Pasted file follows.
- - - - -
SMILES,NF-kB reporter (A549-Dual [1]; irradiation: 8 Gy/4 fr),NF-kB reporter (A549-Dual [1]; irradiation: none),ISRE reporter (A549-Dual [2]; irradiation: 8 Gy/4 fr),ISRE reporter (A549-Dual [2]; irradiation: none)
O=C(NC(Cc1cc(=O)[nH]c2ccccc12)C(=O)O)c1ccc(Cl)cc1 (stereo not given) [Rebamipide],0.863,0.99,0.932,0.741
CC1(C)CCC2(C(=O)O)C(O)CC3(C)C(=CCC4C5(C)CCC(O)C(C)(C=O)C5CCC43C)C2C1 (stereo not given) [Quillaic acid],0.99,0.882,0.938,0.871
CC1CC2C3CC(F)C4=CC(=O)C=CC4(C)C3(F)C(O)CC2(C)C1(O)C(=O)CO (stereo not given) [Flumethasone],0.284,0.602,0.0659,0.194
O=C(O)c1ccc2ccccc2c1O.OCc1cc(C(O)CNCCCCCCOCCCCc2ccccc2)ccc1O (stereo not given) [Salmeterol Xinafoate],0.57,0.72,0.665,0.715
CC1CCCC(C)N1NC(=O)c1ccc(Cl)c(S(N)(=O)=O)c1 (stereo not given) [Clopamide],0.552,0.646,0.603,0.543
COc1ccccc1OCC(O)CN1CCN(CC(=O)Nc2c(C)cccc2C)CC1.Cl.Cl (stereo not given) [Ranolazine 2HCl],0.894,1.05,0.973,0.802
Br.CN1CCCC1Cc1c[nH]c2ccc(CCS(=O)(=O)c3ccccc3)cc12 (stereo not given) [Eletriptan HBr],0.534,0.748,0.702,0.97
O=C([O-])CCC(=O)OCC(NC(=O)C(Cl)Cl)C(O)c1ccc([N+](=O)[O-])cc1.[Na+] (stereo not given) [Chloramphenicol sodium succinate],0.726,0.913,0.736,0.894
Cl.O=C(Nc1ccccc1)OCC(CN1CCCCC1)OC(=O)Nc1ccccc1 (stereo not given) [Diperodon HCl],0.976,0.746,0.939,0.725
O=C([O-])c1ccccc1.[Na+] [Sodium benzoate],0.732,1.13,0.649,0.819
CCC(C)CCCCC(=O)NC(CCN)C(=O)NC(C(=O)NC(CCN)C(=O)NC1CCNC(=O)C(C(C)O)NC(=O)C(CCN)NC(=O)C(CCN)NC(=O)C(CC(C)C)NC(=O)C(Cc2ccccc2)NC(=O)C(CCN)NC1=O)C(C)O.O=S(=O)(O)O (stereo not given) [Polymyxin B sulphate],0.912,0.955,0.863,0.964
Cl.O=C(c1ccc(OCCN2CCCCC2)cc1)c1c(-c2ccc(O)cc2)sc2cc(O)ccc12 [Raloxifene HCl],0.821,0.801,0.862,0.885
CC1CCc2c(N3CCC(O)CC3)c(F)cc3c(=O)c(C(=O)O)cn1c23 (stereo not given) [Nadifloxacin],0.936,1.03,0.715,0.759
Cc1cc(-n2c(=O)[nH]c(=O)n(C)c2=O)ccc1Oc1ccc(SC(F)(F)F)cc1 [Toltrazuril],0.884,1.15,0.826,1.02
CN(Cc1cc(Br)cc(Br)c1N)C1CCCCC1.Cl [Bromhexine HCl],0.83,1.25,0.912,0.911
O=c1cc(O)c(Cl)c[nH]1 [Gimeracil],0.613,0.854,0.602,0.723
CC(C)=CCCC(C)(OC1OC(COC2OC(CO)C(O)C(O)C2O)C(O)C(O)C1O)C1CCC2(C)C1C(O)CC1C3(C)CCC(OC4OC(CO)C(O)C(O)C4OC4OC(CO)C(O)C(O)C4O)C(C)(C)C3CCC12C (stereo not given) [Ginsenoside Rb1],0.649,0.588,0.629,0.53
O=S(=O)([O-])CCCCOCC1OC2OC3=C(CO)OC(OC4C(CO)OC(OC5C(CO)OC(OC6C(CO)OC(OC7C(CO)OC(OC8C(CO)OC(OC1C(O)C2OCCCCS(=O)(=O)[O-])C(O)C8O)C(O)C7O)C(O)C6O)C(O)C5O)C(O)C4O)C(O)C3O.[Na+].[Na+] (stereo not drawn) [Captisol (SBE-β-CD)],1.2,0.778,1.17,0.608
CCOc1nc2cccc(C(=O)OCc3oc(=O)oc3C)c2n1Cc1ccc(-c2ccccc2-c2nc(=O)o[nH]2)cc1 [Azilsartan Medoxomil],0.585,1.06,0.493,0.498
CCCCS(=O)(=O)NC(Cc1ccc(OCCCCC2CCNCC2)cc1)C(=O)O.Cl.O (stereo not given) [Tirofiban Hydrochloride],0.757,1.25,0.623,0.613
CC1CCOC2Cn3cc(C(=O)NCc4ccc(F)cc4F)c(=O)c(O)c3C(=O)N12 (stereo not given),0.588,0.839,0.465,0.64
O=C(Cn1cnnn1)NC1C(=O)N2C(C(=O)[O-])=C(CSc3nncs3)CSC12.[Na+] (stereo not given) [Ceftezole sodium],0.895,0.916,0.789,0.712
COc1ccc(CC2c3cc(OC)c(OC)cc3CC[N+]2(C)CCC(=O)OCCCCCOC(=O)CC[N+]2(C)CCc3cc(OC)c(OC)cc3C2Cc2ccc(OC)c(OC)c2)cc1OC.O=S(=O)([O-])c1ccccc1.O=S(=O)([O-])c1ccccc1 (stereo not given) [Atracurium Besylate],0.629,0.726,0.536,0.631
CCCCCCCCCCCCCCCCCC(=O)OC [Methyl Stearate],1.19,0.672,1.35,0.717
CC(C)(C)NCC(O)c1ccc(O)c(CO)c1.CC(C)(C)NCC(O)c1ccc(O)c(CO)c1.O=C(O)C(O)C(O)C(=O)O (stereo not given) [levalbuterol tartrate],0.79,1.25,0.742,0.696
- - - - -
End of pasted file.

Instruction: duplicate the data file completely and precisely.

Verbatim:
SMILES,NF-kB reporter (A549-Dual [1]; irradiation: 8 Gy/4 fr),NF-kB reporter (A549-Dual [1]; irradiation: none),ISRE reporter (A549-Dual [2]; irradiation: 8 Gy/4 fr),ISRE reporter (A549-Dual [2]; irradiation: none)
O=C(NC(Cc1cc(=O)[nH]c2ccccc12)C(=O)O)c1ccc(Cl)cc1 (stereo not given) [Rebamipide],0.863,0.99,0.932,0.741
CC1(C)CCC2(C(=O)O)C(O)CC3(C)C(=CCC4C5(C)CCC(O)C(C)(C=O)C5CCC43C)C2C1 (stereo not given) [Quillaic acid],0.99,0.882,0.938,0.871
CC1CC2C3CC(F)C4=CC(=O)C=CC4(C)C3(F)C(O)CC2(C)C1(O)C(=O)CO (stereo not given) [Flumethasone],0.284,0.602,0.0659,0.194
O=C(O)c1ccc2ccccc2c1O.OCc1cc(C(O)CNCCCCCCOCCCCc2ccccc2)ccc1O (stereo not given) [Salmeterol Xinafoate],0.57,0.72,0.665,0.715
CC1CCCC(C)N1NC(=O)c1ccc(Cl)c(S(N)(=O)=O)c1 (stereo not given) [Clopamide],0.552,0.646,0.603,0.543
COc1ccccc1OCC(O)CN1CCN(CC(=O)Nc2c(C)cccc2C)CC1.Cl.Cl (stereo not given) [Ranolazine 2HCl],0.894,1.05,0.973,0.802
Br.CN1CCCC1Cc1c[nH]c2ccc(CCS(=O)(=O)c3ccccc3)cc12 (stereo not given) [Eletriptan HBr],0.534,0.748,0.702,0.97
O=C([O-])CCC(=O)OCC(NC(=O)C(Cl)Cl)C(O)c1ccc([N+](=O)[O-])cc1.[Na+] (stereo not given) [Chloramphenicol sodium succinate],0.726,0.913,0.736,0.894
Cl.O=C(Nc1ccccc1)OCC(CN1CCCCC1)OC(=O)Nc1ccccc1 (stereo not given) [Diperodon HCl],0.976,0.746,0.939,0.725
O=C([O-])c1ccccc1.[Na+] [Sodium benzoate],0.732,1.13,0.649,0.819
CCC(C)CCCCC(=O)NC(CCN)C(=O)NC(C(=O)NC(CCN)C(=O)NC1CCNC(=O)C(C(C)O)NC(=O)C(CCN)NC(=O)C(CCN)NC(=O)C(CC(C)C)NC(=O)C(Cc2ccccc2)NC(=O)C(CCN)NC1=O)C(C)O.O=S(=O)(O)O (stereo not given) [Polymyxin B sulphate],0.912,0.955,0.863,0.964
Cl.O=C(c1ccc(OCCN2CCCCC2)cc1)c1c(-c2ccc(O)cc2)sc2cc(O)ccc12 [Raloxifene HCl],0.821,0.801,0.862,0.885
CC1CCc2c(N3CCC(O)CC3)c(F)cc3c(=O)c(C(=O)O)cn1c23 (stereo not given) [Nadifloxacin],0.936,1.03,0.715,0.759
Cc1cc(-n2c(=O)[nH]c(=O)n(C)c2=O)ccc1Oc1ccc(SC(F)(F)F)cc1 [Toltrazuril],0.884,1.15,0.826,1.02
CN(Cc1cc(Br)cc(Br)c1N)C1CCCCC1.Cl [Bromhexine HCl],0.83,1.25,0.912,0.911
O=c1cc(O)c(Cl)c[nH]1 [Gimeracil],0.613,0.854,0.602,0.723
CC(C)=CCCC(C)(OC1OC(COC2OC(CO)C(O)C(O)C2O)C(O)C(O)C1O)C1CCC2(C)C1C(O)CC1C3(C)CCC(OC4OC(CO)C(O)C(O)C4OC4OC(CO)C(O)C(O)C4O)C(C)(C)C3CCC12C (stereo not given) [Ginsenoside Rb1],0.649,0.588,0.629,0.53
O=S(=O)([O-])CCCCOCC1OC2OC3=C(CO)OC(OC4C(CO)OC(OC5C(CO)OC(OC6C(CO)OC(OC7C(CO)OC(OC8C(CO)OC(OC1C(O)C2OCCCCS(=O)(=O)[O-])C(O)C8O)C(O)C7O)C(O)C6O)C(O)C5O)C(O)C4O)C(O)C3O.[Na+].[Na+] (stereo not drawn) [Captisol (SBE-β-CD)],1.2,0.778,1.17,0.608
CCOc1nc2cccc(C(=O)OCc3oc(=O)oc3C)c2n1Cc1ccc(-c2ccccc2-c2nc(=O)o[nH]2)cc1 [Azilsartan Medoxomil],0.585,1.06,0.493,0.498
CCCCS(=O)(=O)NC(Cc1ccc(OCCCCC2CCNCC2)cc1)C(=O)O.Cl.O (stereo not given) [Tirofiban Hydrochloride],0.757,1.25,0.623,0.613
CC1CCOC2Cn3cc(C(=O)NCc4ccc(F)cc4F)c(=O)c(O)c3C(=O)N12 (stereo not given),0.588,0.839,0.465,0.64
O=C(Cn1cnnn1)NC1C(=O)N2C(C(=O)[O-])=C(CSc3nncs3)CSC12.[Na+] (stereo not given) [Ceftezole sodium],0.895,0.916,0.789,0.712
COc1ccc(CC2c3cc(OC)c(OC)cc3CC[N+]2(C)CCC(=O)OCCCCCOC(=O)CC[N+]2(C)CCc3cc(OC)c(OC)cc3C2Cc2ccc(OC)c(OC)c2)cc1OC.O=S(=O)([O-])c1ccccc1.O=S(=O)([O-])c1ccccc1 (stereo not given) [Atracurium Besylate],0.629,0.726,0.536,0.631
CCCCCCCCCCCCCCCCCC(=O)OC [Methyl Stearate],1.19,0.672,1.35,0.717
CC(C)(C)NCC(O)c1ccc(O)c(CO)c1.CC(C)(C)NCC(O)c1ccc(O)c(CO)c1.O=C(O)C(O)C(O)C(=O)O (stereo not given) [levalbuterol tartrate],0.79,1.25,0.742,0.696